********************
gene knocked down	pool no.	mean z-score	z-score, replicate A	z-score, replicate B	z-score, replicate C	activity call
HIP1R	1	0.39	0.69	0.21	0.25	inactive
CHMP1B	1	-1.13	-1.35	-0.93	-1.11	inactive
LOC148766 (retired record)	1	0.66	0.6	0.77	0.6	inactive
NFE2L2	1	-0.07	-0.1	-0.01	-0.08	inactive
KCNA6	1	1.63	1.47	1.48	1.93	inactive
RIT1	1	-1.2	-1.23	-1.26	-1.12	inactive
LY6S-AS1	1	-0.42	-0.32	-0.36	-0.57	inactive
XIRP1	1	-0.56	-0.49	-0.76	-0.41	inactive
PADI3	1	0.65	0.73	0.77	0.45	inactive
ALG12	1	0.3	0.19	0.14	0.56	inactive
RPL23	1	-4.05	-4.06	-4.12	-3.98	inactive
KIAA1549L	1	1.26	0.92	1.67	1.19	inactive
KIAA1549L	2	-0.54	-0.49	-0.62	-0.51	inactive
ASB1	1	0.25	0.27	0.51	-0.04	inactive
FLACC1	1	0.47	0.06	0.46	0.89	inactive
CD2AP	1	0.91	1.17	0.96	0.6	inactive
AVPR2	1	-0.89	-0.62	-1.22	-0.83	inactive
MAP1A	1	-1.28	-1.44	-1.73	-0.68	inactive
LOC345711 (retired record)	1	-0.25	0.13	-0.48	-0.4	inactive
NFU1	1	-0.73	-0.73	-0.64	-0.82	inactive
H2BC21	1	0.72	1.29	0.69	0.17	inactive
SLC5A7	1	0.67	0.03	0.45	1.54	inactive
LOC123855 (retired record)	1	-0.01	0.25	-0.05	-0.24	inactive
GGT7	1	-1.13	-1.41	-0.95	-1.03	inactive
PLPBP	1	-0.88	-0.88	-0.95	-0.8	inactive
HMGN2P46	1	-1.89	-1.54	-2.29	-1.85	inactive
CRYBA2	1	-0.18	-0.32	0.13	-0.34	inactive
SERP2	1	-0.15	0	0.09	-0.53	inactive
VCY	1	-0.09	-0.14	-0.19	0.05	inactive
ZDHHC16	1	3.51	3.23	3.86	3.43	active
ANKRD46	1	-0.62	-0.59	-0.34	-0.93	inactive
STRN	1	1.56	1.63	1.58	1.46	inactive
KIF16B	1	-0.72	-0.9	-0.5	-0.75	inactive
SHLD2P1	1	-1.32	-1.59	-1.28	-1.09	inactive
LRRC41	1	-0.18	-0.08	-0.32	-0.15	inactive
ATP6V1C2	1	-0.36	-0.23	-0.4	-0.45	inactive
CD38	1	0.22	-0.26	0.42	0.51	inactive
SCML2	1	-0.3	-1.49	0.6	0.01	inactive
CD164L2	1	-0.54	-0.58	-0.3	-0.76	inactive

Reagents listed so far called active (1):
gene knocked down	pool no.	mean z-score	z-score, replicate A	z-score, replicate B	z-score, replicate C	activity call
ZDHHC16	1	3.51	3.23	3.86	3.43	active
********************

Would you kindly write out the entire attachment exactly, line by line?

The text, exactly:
gene knocked down	pool no.	mean z-score	z-score, replicate A	z-score, replicate B	z-score, replicate C	activity call
HIP1R	1	0.39	0.69	0.21	0.25	inactive
CHMP1B	1	-1.13	-1.35	-0.93	-1.11	inactive
LOC148766 (retired record)	1	0.66	0.6	0.77	0.6	inactive
NFE2L2	1	-0.07	-0.1	-0.01	-0.08	inactive
KCNA6	1	1.63	1.47	1.48	1.93	inactive
RIT1	1	-1.2	-1.23	-1.26	-1.12	inactive
LY6S-AS1	1	-0.42	-0.32	-0.36	-0.57	inactive
XIRP1	1	-0.56	-0.49	-0.76	-0.41	inactive
PADI3	1	0.65	0.73	0.77	0.45	inactive
ALG12	1	0.3	0.19	0.14	0.56	inactive
RPL23	1	-4.05	-4.06	-4.12	-3.98	inactive
KIAA1549L	1	1.26	0.92	1.67	1.19	inactive
KIAA1549L	2	-0.54	-0.49	-0.62	-0.51	inactive
ASB1	1	0.25	0.27	0.51	-0.04	inactive
FLACC1	1	0.47	0.06	0.46	0.89	inactive
CD2AP	1	0.91	1.17	0.96	0.6	inactive
AVPR2	1	-0.89	-0.62	-1.22	-0.83	inactive
MAP1A	1	-1.28	-1.44	-1.73	-0.68	inactive
LOC345711 (retired record)	1	-0.25	0.13	-0.48	-0.4	inactive
NFU1	1	-0.73	-0.73	-0.64	-0.82	inactive
H2BC21	1	0.72	1.29	0.69	0.17	inactive
SLC5A7	1	0.67	0.03	0.45	1.54	inactive
LOC123855 (retired record)	1	-0.01	0.25	-0.05	-0.24	inactive
GGT7	1	-1.13	-1.41	-0.95	-1.03	inactive
PLPBP	1	-0.88	-0.88	-0.95	-0.8	inactive
HMGN2P46	1	-1.89	-1.54	-2.29	-1.85	inactive
CRYBA2	1	-0.18	-0.32	0.13	-0.34	inactive
SERP2	1	-0.15	0	0.09	-0.53	inactive
VCY	1	-0.09	-0.14	-0.19	0.05	inactive
ZDHHC16	1	3.51	3.23	3.86	3.43	active
ANKRD46	1	-0.62	-0.59	-0.34	-0.93	inactive
STRN	1	1.56	1.63	1.58	1.46	inactive
KIF16B	1	-0.72	-0.9	-0.5	-0.75	inactive
SHLD2P1	1	-1.32	-1.59	-1.28	-1.09	inactive
LRRC41	1	-0.18	-0.08	-0.32	-0.15	inactive
ATP6V1C2	1	-0.36	-0.23	-0.4	-0.45	inactive
CD38	1	0.22	-0.26	0.42	0.51	inactive
SCML2	1	-0.3	-1.49	0.6	0.01	inactive
CD164L2	1	-0.54	-0.58	-0.3	-0.76	inactive

Reagents listed so far called active (1):
gene knocked down	pool no.	mean z-score	z-score, replicate A	z-score, replicate B	z-score, replicate C	activity call
ZDHHC16	1	3.51	3.23	3.86	3.43	active